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Interaction of Guarantee and 71-Hour Minimum (Section 4.C.)

Date: March 22, 2020

Interaction of Guarantee and 71-Hour Minimum (Section 4.C.)

 

As we are all undoubtably aware, the planned schedule reductions during the month of April are having an impact on the schedules that are being put together by your Local Schedule Committees this weekend. While the lines aren’t even out for us to see, there are already questions about pay and how the pay protections of Section 4.C. interact with guarantee and how trip trading activities will impact both.   

 

Section 4.C. (Compensation) requires a Flight Attendant awarded any line having less than seventy-one hours (71:00) original flight time line projection will be pay protected up to seventy-one hours (71:00). The 71 hours establishes the ‘minimum’ pay to which a Flight Attendant is entitled for any schedule with a value below 71 hours. This provision of our Contract ensures a minimum level of pay protection for the month of April, regardless of where you are based.

 

We’ve received a number of questions about the interaction between guarantee and minimum pay protection and how one affects the value of the other. To begin, it is important to understand that a Flight Attendant will always be paid the greater of her/his guarantee (the sum total of the value of pairings and other assignments) or the 71-hour (or adjusted) minimum.

 

Picking up Trips – Impact on Guarantee and Minimum

 

For example, in a situation where the guarantee of your bid line is 30:00 and your minimum is 71:00, you are paid the greater of the two values. In this case, 71 hours. Now, let’s assume you pick up a turn having a value of five (5) hours. The impact of picking up the 5 hours will be an increase in your guarantee to 35:00 whereas your 71-hour minimum value, will never increase. In such as instance, you will be paid based on the greater of your guarantee or your minimum which is 71 hours.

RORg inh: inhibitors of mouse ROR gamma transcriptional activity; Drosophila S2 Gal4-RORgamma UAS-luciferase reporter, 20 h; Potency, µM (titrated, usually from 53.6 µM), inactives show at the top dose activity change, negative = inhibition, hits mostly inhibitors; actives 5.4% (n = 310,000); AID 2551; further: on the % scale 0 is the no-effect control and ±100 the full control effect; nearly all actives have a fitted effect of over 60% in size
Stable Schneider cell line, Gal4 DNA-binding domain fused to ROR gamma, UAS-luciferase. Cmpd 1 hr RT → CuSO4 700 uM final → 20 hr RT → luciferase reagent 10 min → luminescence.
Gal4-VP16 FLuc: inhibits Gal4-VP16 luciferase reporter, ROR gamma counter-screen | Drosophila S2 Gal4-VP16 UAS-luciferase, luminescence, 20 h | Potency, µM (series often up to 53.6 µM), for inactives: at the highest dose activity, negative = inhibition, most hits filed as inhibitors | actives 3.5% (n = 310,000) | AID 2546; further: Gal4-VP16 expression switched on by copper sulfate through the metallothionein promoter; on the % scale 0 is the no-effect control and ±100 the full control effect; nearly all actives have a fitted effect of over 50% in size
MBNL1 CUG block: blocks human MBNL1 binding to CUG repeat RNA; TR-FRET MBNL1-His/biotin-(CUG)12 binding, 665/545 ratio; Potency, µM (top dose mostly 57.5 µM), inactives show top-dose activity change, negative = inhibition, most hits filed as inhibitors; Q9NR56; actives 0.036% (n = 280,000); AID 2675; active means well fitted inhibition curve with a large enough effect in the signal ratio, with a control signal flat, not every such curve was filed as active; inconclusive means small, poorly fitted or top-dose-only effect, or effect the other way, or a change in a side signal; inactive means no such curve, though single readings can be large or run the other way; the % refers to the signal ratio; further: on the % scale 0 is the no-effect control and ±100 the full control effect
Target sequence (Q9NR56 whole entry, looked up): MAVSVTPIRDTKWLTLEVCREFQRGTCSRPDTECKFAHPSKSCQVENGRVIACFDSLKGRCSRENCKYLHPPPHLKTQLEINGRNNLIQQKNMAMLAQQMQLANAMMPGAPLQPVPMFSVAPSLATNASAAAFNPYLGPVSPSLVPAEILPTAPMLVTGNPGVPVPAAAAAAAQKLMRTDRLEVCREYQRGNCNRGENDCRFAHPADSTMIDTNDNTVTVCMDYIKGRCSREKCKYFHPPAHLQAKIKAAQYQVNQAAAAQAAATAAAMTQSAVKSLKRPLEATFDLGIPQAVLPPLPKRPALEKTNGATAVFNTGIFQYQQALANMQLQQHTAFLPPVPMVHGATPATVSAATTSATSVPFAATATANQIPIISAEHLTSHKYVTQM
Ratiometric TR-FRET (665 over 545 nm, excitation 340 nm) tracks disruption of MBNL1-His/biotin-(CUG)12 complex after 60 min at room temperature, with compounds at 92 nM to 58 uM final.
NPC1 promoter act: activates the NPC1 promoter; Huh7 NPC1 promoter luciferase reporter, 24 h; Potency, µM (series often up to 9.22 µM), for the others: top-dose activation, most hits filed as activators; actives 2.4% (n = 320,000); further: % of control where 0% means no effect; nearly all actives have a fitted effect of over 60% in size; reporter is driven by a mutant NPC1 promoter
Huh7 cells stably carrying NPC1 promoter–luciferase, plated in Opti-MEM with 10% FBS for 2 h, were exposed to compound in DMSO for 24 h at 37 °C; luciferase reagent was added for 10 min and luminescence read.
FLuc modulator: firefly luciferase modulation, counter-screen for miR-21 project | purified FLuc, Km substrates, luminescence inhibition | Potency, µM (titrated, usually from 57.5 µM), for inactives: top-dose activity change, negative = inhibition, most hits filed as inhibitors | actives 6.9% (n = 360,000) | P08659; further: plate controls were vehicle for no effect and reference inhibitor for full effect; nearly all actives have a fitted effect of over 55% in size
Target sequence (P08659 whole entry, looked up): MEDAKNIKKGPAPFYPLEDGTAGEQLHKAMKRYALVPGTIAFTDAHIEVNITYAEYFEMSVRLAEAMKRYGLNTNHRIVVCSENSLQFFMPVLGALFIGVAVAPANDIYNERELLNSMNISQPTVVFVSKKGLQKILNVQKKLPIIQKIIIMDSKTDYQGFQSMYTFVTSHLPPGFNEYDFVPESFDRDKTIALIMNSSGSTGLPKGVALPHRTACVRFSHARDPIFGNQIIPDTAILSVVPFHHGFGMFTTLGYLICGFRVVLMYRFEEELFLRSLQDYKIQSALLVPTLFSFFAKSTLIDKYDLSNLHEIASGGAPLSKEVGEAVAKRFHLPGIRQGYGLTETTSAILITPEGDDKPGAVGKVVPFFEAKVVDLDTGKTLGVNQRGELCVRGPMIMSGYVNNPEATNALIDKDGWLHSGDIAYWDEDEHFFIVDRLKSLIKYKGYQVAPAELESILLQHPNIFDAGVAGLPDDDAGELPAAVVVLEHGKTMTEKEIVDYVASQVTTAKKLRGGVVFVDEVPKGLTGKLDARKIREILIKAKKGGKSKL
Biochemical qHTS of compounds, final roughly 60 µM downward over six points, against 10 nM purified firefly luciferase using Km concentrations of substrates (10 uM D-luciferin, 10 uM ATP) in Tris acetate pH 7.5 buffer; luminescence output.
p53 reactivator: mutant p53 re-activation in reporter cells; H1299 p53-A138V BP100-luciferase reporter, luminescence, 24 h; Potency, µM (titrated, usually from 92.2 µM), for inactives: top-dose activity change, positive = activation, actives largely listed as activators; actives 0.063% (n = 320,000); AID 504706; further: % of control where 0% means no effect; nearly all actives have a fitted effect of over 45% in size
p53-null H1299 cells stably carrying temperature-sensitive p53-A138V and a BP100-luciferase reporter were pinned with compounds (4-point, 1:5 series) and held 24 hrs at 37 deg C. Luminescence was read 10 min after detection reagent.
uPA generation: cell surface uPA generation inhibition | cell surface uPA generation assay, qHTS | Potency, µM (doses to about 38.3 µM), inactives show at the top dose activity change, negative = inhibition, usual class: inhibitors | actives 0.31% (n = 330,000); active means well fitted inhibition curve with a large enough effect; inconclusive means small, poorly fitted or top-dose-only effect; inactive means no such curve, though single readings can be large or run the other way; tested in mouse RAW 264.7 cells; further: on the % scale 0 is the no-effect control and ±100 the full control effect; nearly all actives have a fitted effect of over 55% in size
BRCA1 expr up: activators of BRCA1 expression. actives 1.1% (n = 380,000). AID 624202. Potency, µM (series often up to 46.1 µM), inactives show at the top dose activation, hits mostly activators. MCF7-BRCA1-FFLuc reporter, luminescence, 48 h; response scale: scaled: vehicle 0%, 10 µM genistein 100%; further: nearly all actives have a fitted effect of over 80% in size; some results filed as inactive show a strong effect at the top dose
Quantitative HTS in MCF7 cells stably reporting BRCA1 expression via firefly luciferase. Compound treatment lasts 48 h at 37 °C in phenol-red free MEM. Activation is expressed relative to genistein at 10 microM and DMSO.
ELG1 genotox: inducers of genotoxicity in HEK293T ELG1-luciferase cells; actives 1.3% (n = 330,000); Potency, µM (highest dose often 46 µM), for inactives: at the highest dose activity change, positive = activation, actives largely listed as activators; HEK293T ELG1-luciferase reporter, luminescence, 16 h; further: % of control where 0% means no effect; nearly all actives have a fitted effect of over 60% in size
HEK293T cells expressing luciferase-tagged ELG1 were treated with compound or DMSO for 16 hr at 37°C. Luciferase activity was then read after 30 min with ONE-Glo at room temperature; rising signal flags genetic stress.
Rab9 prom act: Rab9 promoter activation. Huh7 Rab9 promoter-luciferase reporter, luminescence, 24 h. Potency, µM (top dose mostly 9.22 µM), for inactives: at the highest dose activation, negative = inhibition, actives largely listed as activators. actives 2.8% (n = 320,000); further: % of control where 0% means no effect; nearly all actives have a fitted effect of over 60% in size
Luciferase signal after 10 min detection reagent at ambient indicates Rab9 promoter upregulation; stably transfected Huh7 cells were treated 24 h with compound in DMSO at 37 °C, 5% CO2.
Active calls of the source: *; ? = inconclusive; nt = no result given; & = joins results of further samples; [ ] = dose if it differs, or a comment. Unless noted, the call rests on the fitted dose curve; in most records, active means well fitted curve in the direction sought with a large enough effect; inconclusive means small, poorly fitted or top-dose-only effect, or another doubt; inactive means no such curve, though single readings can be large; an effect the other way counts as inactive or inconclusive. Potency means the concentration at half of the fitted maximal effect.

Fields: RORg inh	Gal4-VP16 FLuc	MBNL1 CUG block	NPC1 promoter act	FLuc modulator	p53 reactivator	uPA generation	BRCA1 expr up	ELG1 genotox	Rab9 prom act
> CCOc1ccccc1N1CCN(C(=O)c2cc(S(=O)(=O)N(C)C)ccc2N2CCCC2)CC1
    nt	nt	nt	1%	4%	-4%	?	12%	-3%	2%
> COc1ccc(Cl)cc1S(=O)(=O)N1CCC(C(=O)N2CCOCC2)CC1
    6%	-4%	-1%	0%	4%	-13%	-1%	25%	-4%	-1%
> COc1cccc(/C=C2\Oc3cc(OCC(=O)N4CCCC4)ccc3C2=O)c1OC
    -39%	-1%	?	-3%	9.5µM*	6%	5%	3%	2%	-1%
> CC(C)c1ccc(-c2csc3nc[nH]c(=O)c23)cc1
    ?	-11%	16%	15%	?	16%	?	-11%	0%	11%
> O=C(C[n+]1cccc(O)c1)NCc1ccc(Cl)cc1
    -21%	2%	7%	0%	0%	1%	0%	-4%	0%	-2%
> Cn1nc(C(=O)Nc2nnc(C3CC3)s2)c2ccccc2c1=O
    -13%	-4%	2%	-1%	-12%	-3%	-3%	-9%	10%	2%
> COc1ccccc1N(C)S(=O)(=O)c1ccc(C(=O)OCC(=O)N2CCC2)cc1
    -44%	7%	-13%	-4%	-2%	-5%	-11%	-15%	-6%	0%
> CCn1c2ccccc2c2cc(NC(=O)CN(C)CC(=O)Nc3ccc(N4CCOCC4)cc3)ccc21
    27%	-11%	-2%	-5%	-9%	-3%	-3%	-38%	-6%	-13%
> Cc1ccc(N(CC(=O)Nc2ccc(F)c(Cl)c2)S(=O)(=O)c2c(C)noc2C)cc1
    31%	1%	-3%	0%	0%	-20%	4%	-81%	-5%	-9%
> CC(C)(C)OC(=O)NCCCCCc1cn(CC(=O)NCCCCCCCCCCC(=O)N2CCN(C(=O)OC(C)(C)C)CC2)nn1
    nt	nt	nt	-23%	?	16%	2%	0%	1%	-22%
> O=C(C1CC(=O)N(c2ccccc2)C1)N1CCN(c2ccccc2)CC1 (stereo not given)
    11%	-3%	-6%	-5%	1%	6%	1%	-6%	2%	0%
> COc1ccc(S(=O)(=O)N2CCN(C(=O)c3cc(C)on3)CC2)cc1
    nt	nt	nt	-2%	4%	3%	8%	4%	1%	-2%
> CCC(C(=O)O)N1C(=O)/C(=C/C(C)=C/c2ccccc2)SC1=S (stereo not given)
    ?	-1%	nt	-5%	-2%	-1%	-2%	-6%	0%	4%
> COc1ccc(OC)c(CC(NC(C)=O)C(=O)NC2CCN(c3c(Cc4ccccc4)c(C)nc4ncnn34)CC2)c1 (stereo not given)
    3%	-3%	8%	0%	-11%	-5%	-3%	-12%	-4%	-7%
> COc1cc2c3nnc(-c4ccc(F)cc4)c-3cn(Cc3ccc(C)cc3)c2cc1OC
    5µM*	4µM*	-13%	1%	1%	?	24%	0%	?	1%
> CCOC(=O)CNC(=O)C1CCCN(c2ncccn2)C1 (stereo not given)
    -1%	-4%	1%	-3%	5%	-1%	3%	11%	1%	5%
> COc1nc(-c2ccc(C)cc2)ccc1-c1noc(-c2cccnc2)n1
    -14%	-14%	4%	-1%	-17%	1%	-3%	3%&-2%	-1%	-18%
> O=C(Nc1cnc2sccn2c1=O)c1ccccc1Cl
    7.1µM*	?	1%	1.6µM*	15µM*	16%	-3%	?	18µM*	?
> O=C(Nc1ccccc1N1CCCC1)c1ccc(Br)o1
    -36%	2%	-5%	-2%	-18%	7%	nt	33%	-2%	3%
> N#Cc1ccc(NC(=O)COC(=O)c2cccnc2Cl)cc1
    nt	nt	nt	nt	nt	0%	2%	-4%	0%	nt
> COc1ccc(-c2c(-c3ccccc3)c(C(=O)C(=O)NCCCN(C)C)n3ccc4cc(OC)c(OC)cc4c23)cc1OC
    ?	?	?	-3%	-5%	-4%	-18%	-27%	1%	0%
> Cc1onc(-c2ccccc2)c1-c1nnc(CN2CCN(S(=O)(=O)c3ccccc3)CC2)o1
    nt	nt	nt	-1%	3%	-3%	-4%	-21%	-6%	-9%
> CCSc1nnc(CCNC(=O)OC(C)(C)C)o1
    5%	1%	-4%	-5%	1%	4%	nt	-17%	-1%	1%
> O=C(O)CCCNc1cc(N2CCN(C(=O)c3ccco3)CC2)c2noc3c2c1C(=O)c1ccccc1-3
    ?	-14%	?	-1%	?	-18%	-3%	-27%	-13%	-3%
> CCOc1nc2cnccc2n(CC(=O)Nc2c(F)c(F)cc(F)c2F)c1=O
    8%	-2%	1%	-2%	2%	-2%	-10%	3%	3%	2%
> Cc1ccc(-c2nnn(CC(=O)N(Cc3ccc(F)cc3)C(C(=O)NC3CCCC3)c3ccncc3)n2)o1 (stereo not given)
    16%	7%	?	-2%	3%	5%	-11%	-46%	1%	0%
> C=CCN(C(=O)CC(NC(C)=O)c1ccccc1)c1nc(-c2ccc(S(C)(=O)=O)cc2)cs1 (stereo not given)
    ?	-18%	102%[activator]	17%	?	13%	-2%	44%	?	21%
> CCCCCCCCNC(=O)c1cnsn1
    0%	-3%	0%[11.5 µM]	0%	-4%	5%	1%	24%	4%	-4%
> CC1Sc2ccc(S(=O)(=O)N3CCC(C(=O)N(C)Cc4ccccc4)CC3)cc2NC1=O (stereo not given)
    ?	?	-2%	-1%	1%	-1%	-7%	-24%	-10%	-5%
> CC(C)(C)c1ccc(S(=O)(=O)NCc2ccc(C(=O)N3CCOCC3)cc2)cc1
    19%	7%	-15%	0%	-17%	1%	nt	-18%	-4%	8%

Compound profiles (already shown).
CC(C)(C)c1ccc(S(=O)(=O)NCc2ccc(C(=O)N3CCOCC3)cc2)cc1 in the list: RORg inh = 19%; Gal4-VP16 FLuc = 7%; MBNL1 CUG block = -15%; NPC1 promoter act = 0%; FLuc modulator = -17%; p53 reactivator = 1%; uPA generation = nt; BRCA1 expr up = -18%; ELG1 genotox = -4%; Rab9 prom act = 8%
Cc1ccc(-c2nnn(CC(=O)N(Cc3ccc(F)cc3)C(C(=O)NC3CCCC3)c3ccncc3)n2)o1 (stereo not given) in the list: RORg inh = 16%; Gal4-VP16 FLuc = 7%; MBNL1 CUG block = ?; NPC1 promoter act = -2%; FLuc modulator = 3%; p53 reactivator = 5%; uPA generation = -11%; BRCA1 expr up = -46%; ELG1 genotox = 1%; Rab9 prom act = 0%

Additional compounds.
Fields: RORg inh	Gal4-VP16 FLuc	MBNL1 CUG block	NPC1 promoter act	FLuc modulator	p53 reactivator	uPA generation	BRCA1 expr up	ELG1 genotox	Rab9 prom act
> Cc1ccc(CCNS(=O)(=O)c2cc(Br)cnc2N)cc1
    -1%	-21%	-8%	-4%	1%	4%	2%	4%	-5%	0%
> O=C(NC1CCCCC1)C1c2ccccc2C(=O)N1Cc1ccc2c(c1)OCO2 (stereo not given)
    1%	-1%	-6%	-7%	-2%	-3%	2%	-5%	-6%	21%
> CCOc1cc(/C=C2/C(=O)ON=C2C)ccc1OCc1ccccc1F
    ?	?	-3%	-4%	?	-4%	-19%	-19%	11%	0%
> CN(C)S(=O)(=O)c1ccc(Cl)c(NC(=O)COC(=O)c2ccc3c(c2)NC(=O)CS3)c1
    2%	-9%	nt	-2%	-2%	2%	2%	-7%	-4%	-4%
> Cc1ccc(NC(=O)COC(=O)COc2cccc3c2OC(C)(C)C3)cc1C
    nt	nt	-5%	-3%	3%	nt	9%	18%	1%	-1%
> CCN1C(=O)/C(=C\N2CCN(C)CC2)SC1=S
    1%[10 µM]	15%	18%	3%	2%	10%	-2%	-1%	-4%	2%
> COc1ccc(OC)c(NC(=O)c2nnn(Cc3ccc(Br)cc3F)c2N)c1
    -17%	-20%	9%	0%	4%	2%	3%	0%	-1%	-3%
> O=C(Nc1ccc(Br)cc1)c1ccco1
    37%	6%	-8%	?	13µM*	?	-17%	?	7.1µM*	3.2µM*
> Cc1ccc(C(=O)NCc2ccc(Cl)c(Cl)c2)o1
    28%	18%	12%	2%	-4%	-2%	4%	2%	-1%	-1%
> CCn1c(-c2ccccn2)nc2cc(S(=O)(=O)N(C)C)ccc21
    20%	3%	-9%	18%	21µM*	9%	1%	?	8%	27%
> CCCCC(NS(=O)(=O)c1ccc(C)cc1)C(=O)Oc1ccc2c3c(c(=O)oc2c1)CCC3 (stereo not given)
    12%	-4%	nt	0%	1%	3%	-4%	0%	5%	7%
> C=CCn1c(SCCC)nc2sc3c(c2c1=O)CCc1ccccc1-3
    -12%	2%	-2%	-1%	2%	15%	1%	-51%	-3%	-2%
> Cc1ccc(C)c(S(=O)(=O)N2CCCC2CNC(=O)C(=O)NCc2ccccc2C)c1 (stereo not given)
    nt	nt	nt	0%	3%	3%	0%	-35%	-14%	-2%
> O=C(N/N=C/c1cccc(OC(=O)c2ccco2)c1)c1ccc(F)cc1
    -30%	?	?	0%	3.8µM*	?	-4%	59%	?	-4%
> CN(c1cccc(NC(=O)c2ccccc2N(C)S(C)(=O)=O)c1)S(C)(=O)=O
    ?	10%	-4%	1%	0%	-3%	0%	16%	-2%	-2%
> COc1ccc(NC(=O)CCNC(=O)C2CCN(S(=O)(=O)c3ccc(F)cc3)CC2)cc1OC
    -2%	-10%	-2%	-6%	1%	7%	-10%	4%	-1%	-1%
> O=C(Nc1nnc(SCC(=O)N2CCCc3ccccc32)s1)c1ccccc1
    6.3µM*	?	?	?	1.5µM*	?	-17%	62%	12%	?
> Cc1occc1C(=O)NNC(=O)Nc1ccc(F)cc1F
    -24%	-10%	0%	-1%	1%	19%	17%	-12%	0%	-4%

Trading Trips – Impact on Guarantee and Minimum

 

Using the same bid line with a value of 30:00 having a minimum of 71:00, if you trade (down) a 10-hour turn for a 5-hour turn, (Trading into a trip of lesser value), both your guarantee and minimum will be reduced by the value of difference between the two pairings.  In this case, the guarantee and minimum values will be reduced by 5 hours (10-5 = 5) to 25:00 and 66 hours, respectively.

 

If you were to trade the 10-hour trip (up) for a 12- hour trip, your guarantee will increase by 2 hours and your minimum will remain unchanged at 71 hours.

 

Advertising Trips to Give Away 

 

Using the same bid line with a guarantee of 30:00 hours and a minimum of 71:00, if you advertise a 10:00 hour pairing and give it away, the impact of that action is a reduction to both your guarantee and your minimum to 20:00 and 61:00 hours, respectively.  In the same way, if you were to trade away all of your original 30 hours, your guarantee will be reduced to zero and your minimum to 41:00.

 

So, you may ask, what does this all mean to me for the month of April?  Because our pay protection this month comes largely from our 71-hour minimum pay protection, it is important to recognize once you have taken an action on your schedule that reduces your minimum, there is no action you can take that will ever increase your minimum.  On the other hand, the value of your guarantee adjusts up and down based on trips picked up or traded into.

Here’s the general rule to follow this month because of the scarcity of flying – If you are going to adjust your schedule, trade equal or trade up in value.  Make every effort to avoid giving pairings in your schedule away because not trading down or giving pairings away protects the 71-hour minimum value of your schedule. This is particularly important because there is not much of a guarantee that there will be significant open time available with which to rebuild your schedule.

 

 

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